The failure in sugar has, in no small measure, been contributed to by all tiers of employees within the industry and persons aligned thereto ‒ from the factory worker who takes home 2 pounds of sugar daily in his lunch bowl, to the manure boy who dumps the fertiliser in the canals instead of applying it on the cane roots, to the sample boy who cuts all samples from one field, to the field foreman who puts additional money in chosen employees’ pay packet, to the field supervisor who supervises at home via his cell phone, to the personnel manager who does his MBE assignments on the job, to the estate manager who examines what goes on in his estate from the spreadsheet on his computer, to the board of directors who never tested the veracity of information presented to them, to the politicians who sidelined sound advice and preferred to be ostriches presiding over an industry as if it were an old boys club. The list of under-performers/non performers is much longer. Suffice it to say that the failure of the sugar industry is an indictment of this very long list of operatives who only saw and decided on the instant. They were oblivious to the future. GuySuCo has been ailing for several years now. Where is their Plan B? If there is one, who is keeping it close to his chest?
And this brings me to the conclusion that unless our nation’s political leaders can agree on a twenty-year plan as to where this country is going and how it will get there, we will continue to lock in our vision to 5-year (or 3-year) terms with national programmes and emphases restricted to those time blocks. If and when another party gets in, the spin starts all over again. This has been the sorry history and reality of this nation. Aren’t we going to learn?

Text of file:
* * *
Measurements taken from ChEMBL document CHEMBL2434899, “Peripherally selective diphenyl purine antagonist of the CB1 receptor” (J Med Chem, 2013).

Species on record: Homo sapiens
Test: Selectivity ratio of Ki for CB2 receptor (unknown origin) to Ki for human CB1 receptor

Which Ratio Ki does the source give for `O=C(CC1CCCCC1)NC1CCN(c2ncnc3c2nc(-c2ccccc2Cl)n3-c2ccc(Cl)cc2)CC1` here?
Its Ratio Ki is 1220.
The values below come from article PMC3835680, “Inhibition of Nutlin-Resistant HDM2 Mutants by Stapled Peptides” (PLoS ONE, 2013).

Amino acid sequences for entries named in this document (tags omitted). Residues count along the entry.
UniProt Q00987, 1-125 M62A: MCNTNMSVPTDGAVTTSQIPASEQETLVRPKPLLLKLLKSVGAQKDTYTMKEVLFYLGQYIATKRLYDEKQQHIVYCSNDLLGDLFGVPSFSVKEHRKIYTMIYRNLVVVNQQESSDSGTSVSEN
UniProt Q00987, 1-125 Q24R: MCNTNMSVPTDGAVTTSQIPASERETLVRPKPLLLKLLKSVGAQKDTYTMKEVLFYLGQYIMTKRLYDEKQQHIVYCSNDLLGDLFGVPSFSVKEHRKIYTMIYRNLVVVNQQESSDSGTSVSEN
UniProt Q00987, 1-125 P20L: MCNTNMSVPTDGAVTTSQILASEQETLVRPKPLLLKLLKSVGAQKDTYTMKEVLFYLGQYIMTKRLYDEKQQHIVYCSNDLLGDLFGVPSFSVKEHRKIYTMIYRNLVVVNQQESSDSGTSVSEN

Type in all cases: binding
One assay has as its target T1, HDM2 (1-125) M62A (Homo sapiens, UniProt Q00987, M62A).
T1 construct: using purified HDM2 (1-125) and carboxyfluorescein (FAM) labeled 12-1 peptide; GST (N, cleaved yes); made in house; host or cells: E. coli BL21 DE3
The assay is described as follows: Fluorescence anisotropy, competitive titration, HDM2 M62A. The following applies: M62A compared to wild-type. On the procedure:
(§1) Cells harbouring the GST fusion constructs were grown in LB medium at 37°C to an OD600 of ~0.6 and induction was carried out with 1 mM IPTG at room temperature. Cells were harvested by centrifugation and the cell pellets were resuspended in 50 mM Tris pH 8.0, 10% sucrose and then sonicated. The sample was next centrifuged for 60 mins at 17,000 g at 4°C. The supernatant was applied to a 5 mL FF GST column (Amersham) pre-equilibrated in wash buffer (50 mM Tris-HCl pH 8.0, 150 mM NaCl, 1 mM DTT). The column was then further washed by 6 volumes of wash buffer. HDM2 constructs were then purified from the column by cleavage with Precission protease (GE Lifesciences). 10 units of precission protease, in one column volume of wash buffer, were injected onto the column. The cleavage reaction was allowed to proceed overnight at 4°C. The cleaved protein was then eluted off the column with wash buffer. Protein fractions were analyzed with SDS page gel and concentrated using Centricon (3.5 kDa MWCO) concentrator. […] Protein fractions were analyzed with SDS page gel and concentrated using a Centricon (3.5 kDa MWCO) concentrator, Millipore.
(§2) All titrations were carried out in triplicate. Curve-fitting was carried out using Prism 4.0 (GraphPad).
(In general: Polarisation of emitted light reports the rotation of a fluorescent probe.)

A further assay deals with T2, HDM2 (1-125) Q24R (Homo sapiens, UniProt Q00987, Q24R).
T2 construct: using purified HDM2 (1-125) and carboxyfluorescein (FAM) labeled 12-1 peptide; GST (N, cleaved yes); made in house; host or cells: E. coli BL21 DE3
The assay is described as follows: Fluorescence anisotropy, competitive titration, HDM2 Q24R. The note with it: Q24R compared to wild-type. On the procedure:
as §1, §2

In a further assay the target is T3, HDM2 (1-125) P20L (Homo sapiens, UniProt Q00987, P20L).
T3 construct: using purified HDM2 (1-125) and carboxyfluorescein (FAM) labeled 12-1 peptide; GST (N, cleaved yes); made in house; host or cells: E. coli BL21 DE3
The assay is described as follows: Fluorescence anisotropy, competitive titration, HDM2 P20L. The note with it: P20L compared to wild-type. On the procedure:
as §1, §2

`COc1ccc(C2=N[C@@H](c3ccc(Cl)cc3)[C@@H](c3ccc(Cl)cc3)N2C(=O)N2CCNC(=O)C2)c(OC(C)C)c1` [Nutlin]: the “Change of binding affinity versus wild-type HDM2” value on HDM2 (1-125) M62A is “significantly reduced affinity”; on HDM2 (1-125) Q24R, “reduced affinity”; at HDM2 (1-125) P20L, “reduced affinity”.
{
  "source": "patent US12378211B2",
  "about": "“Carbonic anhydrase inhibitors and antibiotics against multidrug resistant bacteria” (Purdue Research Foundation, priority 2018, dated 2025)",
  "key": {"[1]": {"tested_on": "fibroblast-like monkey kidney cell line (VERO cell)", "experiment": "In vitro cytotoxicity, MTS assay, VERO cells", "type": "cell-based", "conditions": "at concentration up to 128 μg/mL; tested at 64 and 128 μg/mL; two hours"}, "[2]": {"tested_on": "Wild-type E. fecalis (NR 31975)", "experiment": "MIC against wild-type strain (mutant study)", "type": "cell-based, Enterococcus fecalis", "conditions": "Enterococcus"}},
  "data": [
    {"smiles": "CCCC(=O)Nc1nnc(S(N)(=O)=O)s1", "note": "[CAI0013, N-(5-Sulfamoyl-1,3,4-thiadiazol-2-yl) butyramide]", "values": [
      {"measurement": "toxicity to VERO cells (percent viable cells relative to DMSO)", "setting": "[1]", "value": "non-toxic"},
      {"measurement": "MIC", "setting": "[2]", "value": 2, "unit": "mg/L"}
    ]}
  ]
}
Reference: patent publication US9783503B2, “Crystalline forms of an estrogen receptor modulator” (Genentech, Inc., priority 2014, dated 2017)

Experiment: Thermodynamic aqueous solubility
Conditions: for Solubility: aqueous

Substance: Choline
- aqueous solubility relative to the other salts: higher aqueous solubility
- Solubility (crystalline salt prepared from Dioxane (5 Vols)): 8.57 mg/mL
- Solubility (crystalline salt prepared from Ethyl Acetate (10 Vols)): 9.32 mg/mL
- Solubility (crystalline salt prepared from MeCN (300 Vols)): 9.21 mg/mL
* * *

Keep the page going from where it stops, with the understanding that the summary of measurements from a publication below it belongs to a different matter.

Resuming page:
I am not an economist. I am a manager of some repute. Our managers of state enterprises, particularly, need to stop seeing their individual welfare and future as primary. Those you lead are primary; you are secondary. Managers are nobody if they are in one camp and the rest of the organisation is in another. That is fertile ground for collusion instead of coalition. Managers cannot manage from a distance or in absentia. (Lee Iacocca walked the floor at Chrysler and Ronald Reagan said: believe, but verify).